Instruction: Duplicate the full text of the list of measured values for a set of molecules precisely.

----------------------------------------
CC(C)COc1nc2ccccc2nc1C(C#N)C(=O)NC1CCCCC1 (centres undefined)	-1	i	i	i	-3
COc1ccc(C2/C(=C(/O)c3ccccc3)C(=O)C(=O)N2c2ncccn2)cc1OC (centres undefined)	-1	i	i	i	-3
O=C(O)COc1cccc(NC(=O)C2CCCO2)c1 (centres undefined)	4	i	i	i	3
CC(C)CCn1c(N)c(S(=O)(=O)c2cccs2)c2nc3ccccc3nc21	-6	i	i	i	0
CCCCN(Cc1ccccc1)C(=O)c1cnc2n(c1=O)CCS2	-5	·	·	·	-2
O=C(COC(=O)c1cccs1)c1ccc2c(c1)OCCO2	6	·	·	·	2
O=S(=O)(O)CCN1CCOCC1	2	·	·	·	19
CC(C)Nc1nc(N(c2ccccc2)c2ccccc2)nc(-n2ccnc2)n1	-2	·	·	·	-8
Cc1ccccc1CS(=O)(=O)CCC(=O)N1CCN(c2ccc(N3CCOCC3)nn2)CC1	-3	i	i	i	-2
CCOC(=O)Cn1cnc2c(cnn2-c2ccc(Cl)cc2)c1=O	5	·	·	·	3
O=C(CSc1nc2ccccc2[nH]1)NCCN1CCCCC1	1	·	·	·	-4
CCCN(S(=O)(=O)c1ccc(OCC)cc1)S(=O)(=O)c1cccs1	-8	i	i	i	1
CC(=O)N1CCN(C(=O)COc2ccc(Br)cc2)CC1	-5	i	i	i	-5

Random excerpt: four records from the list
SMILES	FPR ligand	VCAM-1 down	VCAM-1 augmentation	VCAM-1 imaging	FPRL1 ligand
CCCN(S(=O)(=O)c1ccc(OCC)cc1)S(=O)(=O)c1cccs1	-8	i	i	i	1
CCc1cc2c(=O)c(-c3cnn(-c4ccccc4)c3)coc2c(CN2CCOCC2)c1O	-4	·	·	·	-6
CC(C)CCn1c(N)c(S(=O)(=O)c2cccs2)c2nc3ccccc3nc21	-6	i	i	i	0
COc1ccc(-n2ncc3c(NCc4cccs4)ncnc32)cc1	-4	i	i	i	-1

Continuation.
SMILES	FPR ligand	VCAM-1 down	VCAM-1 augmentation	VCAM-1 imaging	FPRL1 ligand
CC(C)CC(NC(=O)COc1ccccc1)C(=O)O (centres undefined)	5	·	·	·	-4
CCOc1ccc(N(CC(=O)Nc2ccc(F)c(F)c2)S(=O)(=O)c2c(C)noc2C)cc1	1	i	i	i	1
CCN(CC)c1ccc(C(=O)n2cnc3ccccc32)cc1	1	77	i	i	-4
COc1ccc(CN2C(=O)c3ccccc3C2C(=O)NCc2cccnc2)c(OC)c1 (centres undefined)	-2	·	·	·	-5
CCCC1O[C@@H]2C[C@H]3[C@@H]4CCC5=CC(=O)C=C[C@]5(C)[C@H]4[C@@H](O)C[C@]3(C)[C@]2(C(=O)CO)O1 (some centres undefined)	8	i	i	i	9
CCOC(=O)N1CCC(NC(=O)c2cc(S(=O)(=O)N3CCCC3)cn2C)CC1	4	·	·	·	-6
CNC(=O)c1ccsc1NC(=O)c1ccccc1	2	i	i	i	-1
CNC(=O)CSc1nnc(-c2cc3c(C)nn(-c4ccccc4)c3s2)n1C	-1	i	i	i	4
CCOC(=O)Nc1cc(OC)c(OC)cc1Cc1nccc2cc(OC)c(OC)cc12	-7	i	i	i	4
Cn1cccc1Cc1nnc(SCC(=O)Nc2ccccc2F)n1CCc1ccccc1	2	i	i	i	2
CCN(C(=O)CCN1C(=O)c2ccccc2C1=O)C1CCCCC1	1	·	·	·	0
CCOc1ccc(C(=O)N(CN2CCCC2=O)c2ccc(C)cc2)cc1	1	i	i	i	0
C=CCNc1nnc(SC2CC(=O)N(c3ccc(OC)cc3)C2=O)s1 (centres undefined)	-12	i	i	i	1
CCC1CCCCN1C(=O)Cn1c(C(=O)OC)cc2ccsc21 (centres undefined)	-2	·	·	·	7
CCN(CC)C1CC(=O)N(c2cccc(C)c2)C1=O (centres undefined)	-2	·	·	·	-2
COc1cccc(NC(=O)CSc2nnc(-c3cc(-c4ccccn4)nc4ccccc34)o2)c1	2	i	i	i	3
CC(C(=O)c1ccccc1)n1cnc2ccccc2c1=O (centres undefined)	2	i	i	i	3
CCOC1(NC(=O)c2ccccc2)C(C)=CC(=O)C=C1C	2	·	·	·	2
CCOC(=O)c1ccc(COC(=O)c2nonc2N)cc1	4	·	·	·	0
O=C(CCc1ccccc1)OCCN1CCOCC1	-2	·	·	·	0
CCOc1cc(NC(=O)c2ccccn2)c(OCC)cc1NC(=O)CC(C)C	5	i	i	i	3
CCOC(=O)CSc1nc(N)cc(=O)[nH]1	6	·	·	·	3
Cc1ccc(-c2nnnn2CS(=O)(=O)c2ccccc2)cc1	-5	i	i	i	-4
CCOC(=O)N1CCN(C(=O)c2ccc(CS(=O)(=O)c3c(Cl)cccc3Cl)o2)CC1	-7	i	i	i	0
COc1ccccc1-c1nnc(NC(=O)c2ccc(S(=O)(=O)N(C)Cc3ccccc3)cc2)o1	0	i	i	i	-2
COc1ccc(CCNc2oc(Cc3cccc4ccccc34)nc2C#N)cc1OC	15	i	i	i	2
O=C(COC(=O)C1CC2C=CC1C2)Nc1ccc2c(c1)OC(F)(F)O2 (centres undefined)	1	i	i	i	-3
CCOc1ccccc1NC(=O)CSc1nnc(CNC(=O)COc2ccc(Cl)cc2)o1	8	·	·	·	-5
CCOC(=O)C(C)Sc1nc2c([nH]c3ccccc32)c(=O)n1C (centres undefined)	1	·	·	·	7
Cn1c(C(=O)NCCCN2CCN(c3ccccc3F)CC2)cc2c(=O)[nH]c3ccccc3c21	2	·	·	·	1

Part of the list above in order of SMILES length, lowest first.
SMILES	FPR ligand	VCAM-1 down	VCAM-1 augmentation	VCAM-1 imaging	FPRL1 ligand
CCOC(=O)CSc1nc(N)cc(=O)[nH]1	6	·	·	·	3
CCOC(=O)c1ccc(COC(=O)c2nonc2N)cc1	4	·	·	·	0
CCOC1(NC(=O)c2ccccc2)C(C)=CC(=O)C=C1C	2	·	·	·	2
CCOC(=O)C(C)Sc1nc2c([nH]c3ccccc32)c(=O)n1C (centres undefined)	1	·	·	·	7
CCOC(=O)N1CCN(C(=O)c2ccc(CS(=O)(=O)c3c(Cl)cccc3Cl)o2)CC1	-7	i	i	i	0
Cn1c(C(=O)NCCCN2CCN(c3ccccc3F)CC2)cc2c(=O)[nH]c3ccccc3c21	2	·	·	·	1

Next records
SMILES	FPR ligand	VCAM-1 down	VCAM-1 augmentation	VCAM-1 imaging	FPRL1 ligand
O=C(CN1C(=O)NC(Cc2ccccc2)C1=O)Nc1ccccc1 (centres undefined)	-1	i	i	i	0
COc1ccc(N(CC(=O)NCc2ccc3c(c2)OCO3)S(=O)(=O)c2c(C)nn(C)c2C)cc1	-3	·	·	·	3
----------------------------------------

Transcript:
CC(C)COc1nc2ccccc2nc1C(C#N)C(=O)NC1CCCCC1 (centres undefined)	-1	i	i	i	-3
COc1ccc(C2/C(=C(/O)c3ccccc3)C(=O)C(=O)N2c2ncccn2)cc1OC (centres undefined)	-1	i	i	i	-3
O=C(O)COc1cccc(NC(=O)C2CCCO2)c1 (centres undefined)	4	i	i	i	3
CC(C)CCn1c(N)c(S(=O)(=O)c2cccs2)c2nc3ccccc3nc21	-6	i	i	i	0
CCCCN(Cc1ccccc1)C(=O)c1cnc2n(c1=O)CCS2	-5	·	·	·	-2
O=C(COC(=O)c1cccs1)c1ccc2c(c1)OCCO2	6	·	·	·	2
O=S(=O)(O)CCN1CCOCC1	2	·	·	·	19
CC(C)Nc1nc(N(c2ccccc2)c2ccccc2)nc(-n2ccnc2)n1	-2	·	·	·	-8
Cc1ccccc1CS(=O)(=O)CCC(=O)N1CCN(c2ccc(N3CCOCC3)nn2)CC1	-3	i	i	i	-2
CCOC(=O)Cn1cnc2c(cnn2-c2ccc(Cl)cc2)c1=O	5	·	·	·	3
O=C(CSc1nc2ccccc2[nH]1)NCCN1CCCCC1	1	·	·	·	-4
CCCN(S(=O)(=O)c1ccc(OCC)cc1)S(=O)(=O)c1cccs1	-8	i	i	i	1
CC(=O)N1CCN(C(=O)COc2ccc(Br)cc2)CC1	-5	i	i	i	-5

Random excerpt: four records from the list
SMILES	FPR ligand	VCAM-1 down	VCAM-1 augmentation	VCAM-1 imaging	FPRL1 ligand
CCCN(S(=O)(=O)c1ccc(OCC)cc1)S(=O)(=O)c1cccs1	-8	i	i	i	1
CCc1cc2c(=O)c(-c3cnn(-c4ccccc4)c3)coc2c(CN2CCOCC2)c1O	-4	·	·	·	-6
CC(C)CCn1c(N)c(S(=O)(=O)c2cccs2)c2nc3ccccc3nc21	-6	i	i	i	0
COc1ccc(-n2ncc3c(NCc4cccs4)ncnc32)cc1	-4	i	i	i	-1

Continuation.
SMILES	FPR ligand	VCAM-1 down	VCAM-1 augmentation	VCAM-1 imaging	FPRL1 ligand
CC(C)CC(NC(=O)COc1ccccc1)C(=O)O (centres undefined)	5	·	·	·	-4
CCOc1ccc(N(CC(=O)Nc2ccc(F)c(F)c2)S(=O)(=O)c2c(C)noc2C)cc1	1	i	i	i	1
CCN(CC)c1ccc(C(=O)n2cnc3ccccc32)cc1	1	77	i	i	-4
COc1ccc(CN2C(=O)c3ccccc3C2C(=O)NCc2cccnc2)c(OC)c1 (centres undefined)	-2	·	·	·	-5
CCCC1O[C@@H]2C[C@H]3[C@@H]4CCC5=CC(=O)C=C[C@]5(C)[C@H]4[C@@H](O)C[C@]3(C)[C@]2(C(=O)CO)O1 (some centres undefined)	8	i	i	i	9
CCOC(=O)N1CCC(NC(=O)c2cc(S(=O)(=O)N3CCCC3)cn2C)CC1	4	·	·	·	-6
CNC(=O)c1ccsc1NC(=O)c1ccccc1	2	i	i	i	-1
CNC(=O)CSc1nnc(-c2cc3c(C)nn(-c4ccccc4)c3s2)n1C	-1	i	i	i	4
CCOC(=O)Nc1cc(OC)c(OC)cc1Cc1nccc2cc(OC)c(OC)cc12	-7	i	i	i	4
Cn1cccc1Cc1nnc(SCC(=O)Nc2ccccc2F)n1CCc1ccccc1	2	i	i	i	2
CCN(C(=O)CCN1C(=O)c2ccccc2C1=O)C1CCCCC1	1	·	·	·	0
CCOc1ccc(C(=O)N(CN2CCCC2=O)c2ccc(C)cc2)cc1	1	i	i	i	0
C=CCNc1nnc(SC2CC(=O)N(c3ccc(OC)cc3)C2=O)s1 (centres undefined)	-12	i	i	i	1
CCC1CCCCN1C(=O)Cn1c(C(=O)OC)cc2ccsc21 (centres undefined)	-2	·	·	·	7
CCN(CC)C1CC(=O)N(c2cccc(C)c2)C1=O (centres undefined)	-2	·	·	·	-2
COc1cccc(NC(=O)CSc2nnc(-c3cc(-c4ccccn4)nc4ccccc34)o2)c1	2	i	i	i	3
CC(C(=O)c1ccccc1)n1cnc2ccccc2c1=O (centres undefined)	2	i	i	i	3
CCOC1(NC(=O)c2ccccc2)C(C)=CC(=O)C=C1C	2	·	·	·	2
CCOC(=O)c1ccc(COC(=O)c2nonc2N)cc1	4	·	·	·	0
O=C(CCc1ccccc1)OCCN1CCOCC1	-2	·	·	·	0
CCOc1cc(NC(=O)c2ccccn2)c(OCC)cc1NC(=O)CC(C)C	5	i	i	i	3
CCOC(=O)CSc1nc(N)cc(=O)[nH]1	6	·	·	·	3
Cc1ccc(-c2nnnn2CS(=O)(=O)c2ccccc2)cc1	-5	i	i	i	-4
CCOC(=O)N1CCN(C(=O)c2ccc(CS(=O)(=O)c3c(Cl)cccc3Cl)o2)CC1	-7	i	i	i	0
COc1ccccc1-c1nnc(NC(=O)c2ccc(S(=O)(=O)N(C)Cc3ccccc3)cc2)o1	0	i	i	i	-2
COc1ccc(CCNc2oc(Cc3cccc4ccccc34)nc2C#N)cc1OC	15	i	i	i	2
O=C(COC(=O)C1CC2C=CC1C2)Nc1ccc2c(c1)OC(F)(F)O2 (centres undefined)	1	i	i	i	-3
CCOc1ccccc1NC(=O)CSc1nnc(CNC(=O)COc2ccc(Cl)cc2)o1	8	·	·	·	-5
CCOC(=O)C(C)Sc1nc2c([nH]c3ccccc32)c(=O)n1C (centres undefined)	1	·	·	·	7
Cn1c(C(=O)NCCCN2CCN(c3ccccc3F)CC2)cc2c(=O)[nH]c3ccccc3c21	2	·	·	·	1

Part of the list above in order of SMILES length, lowest first.
SMILES	FPR ligand	VCAM-1 down	VCAM-1 augmentation	VCAM-1 imaging	FPRL1 ligand
CCOC(=O)CSc1nc(N)cc(=O)[nH]1	6	·	·	·	3
CCOC(=O)c1ccc(COC(=O)c2nonc2N)cc1	4	·	·	·	0
CCOC1(NC(=O)c2ccccc2)C(C)=CC(=O)C=C1C	2	·	·	·	2
CCOC(=O)C(C)Sc1nc2c([nH]c3ccccc32)c(=O)n1C (centres undefined)	1	·	·	·	7
CCOC(=O)N1CCN(C(=O)c2ccc(CS(=O)(=O)c3c(Cl)cccc3Cl)o2)CC1	-7	i	i	i	0
Cn1c(C(=O)NCCCN2CCN(c3ccccc3F)CC2)cc2c(=O)[nH]c3ccccc3c21	2	·	·	·	1

Next records
SMILES	FPR ligand	VCAM-1 down	VCAM-1 augmentation	VCAM-1 imaging	FPRL1 ligand
O=C(CN1C(=O)NC(Cc2ccccc2)C1=O)Nc1ccccc1 (centres undefined)	-1	i	i	i	0
COc1ccc(N(CC(=O)NCc2ccc3c(c2)OCO3)S(=O)(=O)c2c(C)nn(C)c2C)cc1	-3	·	·	·	3